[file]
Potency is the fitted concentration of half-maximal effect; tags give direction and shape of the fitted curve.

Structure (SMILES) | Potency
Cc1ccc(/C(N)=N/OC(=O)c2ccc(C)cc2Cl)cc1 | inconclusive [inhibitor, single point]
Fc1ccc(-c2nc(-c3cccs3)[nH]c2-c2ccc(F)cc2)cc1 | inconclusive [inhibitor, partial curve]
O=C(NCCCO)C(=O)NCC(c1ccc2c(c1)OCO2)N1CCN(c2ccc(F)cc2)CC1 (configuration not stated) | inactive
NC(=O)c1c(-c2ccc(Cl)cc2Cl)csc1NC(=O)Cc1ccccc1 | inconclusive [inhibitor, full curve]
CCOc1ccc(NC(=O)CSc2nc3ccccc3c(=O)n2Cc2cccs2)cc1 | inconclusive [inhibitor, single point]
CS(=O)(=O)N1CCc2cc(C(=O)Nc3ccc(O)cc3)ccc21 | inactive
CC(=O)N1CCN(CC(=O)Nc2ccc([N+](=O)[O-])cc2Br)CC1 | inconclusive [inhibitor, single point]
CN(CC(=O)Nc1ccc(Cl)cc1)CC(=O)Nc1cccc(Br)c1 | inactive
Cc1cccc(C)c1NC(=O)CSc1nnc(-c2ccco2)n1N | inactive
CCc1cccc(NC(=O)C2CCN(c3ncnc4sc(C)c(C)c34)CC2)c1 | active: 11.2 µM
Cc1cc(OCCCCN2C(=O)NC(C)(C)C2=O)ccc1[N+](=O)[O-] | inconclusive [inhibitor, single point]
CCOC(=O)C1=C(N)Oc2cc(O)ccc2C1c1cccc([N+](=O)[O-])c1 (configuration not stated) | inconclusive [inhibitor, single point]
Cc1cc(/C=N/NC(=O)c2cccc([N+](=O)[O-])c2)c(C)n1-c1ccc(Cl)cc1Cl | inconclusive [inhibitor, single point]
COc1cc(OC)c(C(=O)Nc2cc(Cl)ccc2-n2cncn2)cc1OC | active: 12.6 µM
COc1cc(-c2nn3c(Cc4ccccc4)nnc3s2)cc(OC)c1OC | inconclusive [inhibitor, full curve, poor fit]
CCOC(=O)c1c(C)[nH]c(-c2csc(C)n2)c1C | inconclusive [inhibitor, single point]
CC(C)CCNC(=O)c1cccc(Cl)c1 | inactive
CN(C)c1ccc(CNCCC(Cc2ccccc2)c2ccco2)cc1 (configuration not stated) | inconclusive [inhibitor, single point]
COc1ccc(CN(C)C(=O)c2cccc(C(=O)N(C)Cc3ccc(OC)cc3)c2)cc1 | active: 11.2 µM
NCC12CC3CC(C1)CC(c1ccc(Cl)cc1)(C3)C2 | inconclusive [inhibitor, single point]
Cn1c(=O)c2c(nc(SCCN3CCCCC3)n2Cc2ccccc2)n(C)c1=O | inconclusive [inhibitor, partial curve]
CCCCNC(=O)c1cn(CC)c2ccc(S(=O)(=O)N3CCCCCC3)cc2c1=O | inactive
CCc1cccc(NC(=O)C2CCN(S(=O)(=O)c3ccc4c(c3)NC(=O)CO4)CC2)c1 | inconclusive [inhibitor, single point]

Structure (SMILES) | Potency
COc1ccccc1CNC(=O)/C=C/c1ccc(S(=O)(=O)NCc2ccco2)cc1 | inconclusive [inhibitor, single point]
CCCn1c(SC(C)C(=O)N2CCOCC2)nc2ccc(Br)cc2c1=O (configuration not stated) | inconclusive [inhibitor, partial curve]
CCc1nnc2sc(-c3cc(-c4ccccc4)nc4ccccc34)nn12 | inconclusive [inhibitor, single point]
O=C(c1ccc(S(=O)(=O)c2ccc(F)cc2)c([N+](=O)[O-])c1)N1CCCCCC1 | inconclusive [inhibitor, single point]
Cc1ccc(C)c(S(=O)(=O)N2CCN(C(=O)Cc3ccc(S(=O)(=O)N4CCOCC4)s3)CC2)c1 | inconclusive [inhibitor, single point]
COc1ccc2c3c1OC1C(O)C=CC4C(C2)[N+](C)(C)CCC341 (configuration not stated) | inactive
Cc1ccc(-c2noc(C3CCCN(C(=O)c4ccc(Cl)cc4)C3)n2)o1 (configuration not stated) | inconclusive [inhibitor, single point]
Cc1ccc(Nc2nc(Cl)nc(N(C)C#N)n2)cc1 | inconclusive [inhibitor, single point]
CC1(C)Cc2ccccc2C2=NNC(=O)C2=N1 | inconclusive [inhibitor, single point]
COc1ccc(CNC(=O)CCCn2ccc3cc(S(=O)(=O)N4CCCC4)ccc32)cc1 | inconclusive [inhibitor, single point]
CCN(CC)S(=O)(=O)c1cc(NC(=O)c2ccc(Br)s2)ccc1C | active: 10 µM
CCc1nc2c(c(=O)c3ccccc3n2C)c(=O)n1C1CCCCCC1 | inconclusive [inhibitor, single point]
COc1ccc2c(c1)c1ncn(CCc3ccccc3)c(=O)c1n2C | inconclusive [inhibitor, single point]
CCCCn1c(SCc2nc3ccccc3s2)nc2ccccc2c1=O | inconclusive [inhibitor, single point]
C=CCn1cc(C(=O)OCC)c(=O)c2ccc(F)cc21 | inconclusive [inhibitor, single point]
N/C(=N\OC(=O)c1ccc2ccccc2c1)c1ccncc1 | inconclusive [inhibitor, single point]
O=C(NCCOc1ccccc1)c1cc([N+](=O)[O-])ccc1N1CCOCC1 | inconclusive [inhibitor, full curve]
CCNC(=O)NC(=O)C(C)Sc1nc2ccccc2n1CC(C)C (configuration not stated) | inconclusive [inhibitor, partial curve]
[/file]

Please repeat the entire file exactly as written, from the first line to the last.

Potency is the fitted concentration of half-maximal effect; tags give direction and shape of the fitted curve.

Structure (SMILES) | Potency
Cc1ccc(/C(N)=N/OC(=O)c2ccc(C)cc2Cl)cc1 | inconclusive [inhibitor, single point]
Fc1ccc(-c2nc(-c3cccs3)[nH]c2-c2ccc(F)cc2)cc1 | inconclusive [inhibitor, partial curve]
O=C(NCCCO)C(=O)NCC(c1ccc2c(c1)OCO2)N1CCN(c2ccc(F)cc2)CC1 (configuration not stated) | inactive
NC(=O)c1c(-c2ccc(Cl)cc2Cl)csc1NC(=O)Cc1ccccc1 | inconclusive [inhibitor, full curve]
CCOc1ccc(NC(=O)CSc2nc3ccccc3c(=O)n2Cc2cccs2)cc1 | inconclusive [inhibitor, single point]
CS(=O)(=O)N1CCc2cc(C(=O)Nc3ccc(O)cc3)ccc21 | inactive
CC(=O)N1CCN(CC(=O)Nc2ccc([N+](=O)[O-])cc2Br)CC1 | inconclusive [inhibitor, single point]
CN(CC(=O)Nc1ccc(Cl)cc1)CC(=O)Nc1cccc(Br)c1 | inactive
Cc1cccc(C)c1NC(=O)CSc1nnc(-c2ccco2)n1N | inactive
CCc1cccc(NC(=O)C2CCN(c3ncnc4sc(C)c(C)c34)CC2)c1 | active: 11.2 µM
Cc1cc(OCCCCN2C(=O)NC(C)(C)C2=O)ccc1[N+](=O)[O-] | inconclusive [inhibitor, single point]
CCOC(=O)C1=C(N)Oc2cc(O)ccc2C1c1cccc([N+](=O)[O-])c1 (configuration not stated) | inconclusive [inhibitor, single point]
Cc1cc(/C=N/NC(=O)c2cccc([N+](=O)[O-])c2)c(C)n1-c1ccc(Cl)cc1Cl | inconclusive [inhibitor, single point]
COc1cc(OC)c(C(=O)Nc2cc(Cl)ccc2-n2cncn2)cc1OC | active: 12.6 µM
COc1cc(-c2nn3c(Cc4ccccc4)nnc3s2)cc(OC)c1OC | inconclusive [inhibitor, full curve, poor fit]
CCOC(=O)c1c(C)[nH]c(-c2csc(C)n2)c1C | inconclusive [inhibitor, single point]
CC(C)CCNC(=O)c1cccc(Cl)c1 | inactive
CN(C)c1ccc(CNCCC(Cc2ccccc2)c2ccco2)cc1 (configuration not stated) | inconclusive [inhibitor, single point]
COc1ccc(CN(C)C(=O)c2cccc(C(=O)N(C)Cc3ccc(OC)cc3)c2)cc1 | active: 11.2 µM
NCC12CC3CC(C1)CC(c1ccc(Cl)cc1)(C3)C2 | inconclusive [inhibitor, single point]
Cn1c(=O)c2c(nc(SCCN3CCCCC3)n2Cc2ccccc2)n(C)c1=O | inconclusive [inhibitor, partial curve]
CCCCNC(=O)c1cn(CC)c2ccc(S(=O)(=O)N3CCCCCC3)cc2c1=O | inactive
CCc1cccc(NC(=O)C2CCN(S(=O)(=O)c3ccc4c(c3)NC(=O)CO4)CC2)c1 | inconclusive [inhibitor, single point]

Structure (SMILES) | Potency
COc1ccccc1CNC(=O)/C=C/c1ccc(S(=O)(=O)NCc2ccco2)cc1 | inconclusive [inhibitor, single point]
CCCn1c(SC(C)C(=O)N2CCOCC2)nc2ccc(Br)cc2c1=O (configuration not stated) | inconclusive [inhibitor, partial curve]
CCc1nnc2sc(-c3cc(-c4ccccc4)nc4ccccc34)nn12 | inconclusive [inhibitor, single point]
O=C(c1ccc(S(=O)(=O)c2ccc(F)cc2)c([N+](=O)[O-])c1)N1CCCCCC1 | inconclusive [inhibitor, single point]
Cc1ccc(C)c(S(=O)(=O)N2CCN(C(=O)Cc3ccc(S(=O)(=O)N4CCOCC4)s3)CC2)c1 | inconclusive [inhibitor, single point]
COc1ccc2c3c1OC1C(O)C=CC4C(C2)[N+](C)(C)CCC341 (configuration not stated) | inactive
Cc1ccc(-c2noc(C3CCCN(C(=O)c4ccc(Cl)cc4)C3)n2)o1 (configuration not stated) | inconclusive [inhibitor, single point]
Cc1ccc(Nc2nc(Cl)nc(N(C)C#N)n2)cc1 | inconclusive [inhibitor, single point]
CC1(C)Cc2ccccc2C2=NNC(=O)C2=N1 | inconclusive [inhibitor, single point]
COc1ccc(CNC(=O)CCCn2ccc3cc(S(=O)(=O)N4CCCC4)ccc32)cc1 | inconclusive [inhibitor, single point]
CCN(CC)S(=O)(=O)c1cc(NC(=O)c2ccc(Br)s2)ccc1C | active: 10 µM
CCc1nc2c(c(=O)c3ccccc3n2C)c(=O)n1C1CCCCCC1 | inconclusive [inhibitor, single point]
COc1ccc2c(c1)c1ncn(CCc3ccccc3)c(=O)c1n2C | inconclusive [inhibitor, single point]
CCCCn1c(SCc2nc3ccccc3s2)nc2ccccc2c1=O | inconclusive [inhibitor, single point]
C=CCn1cc(C(=O)OCC)c(=O)c2ccc(F)cc21 | inconclusive [inhibitor, single point]
N/C(=N\OC(=O)c1ccc2ccccc2c1)c1ccncc1 | inconclusive [inhibitor, single point]
O=C(NCCOc1ccccc1)c1cc([N+](=O)[O-])ccc1N1CCOCC1 | inconclusive [inhibitor, full curve]
CCNC(=O)NC(=O)C(C)Sc1nc2ccccc2n1CC(C)C (configuration not stated) | inconclusive [inhibitor, partial curve]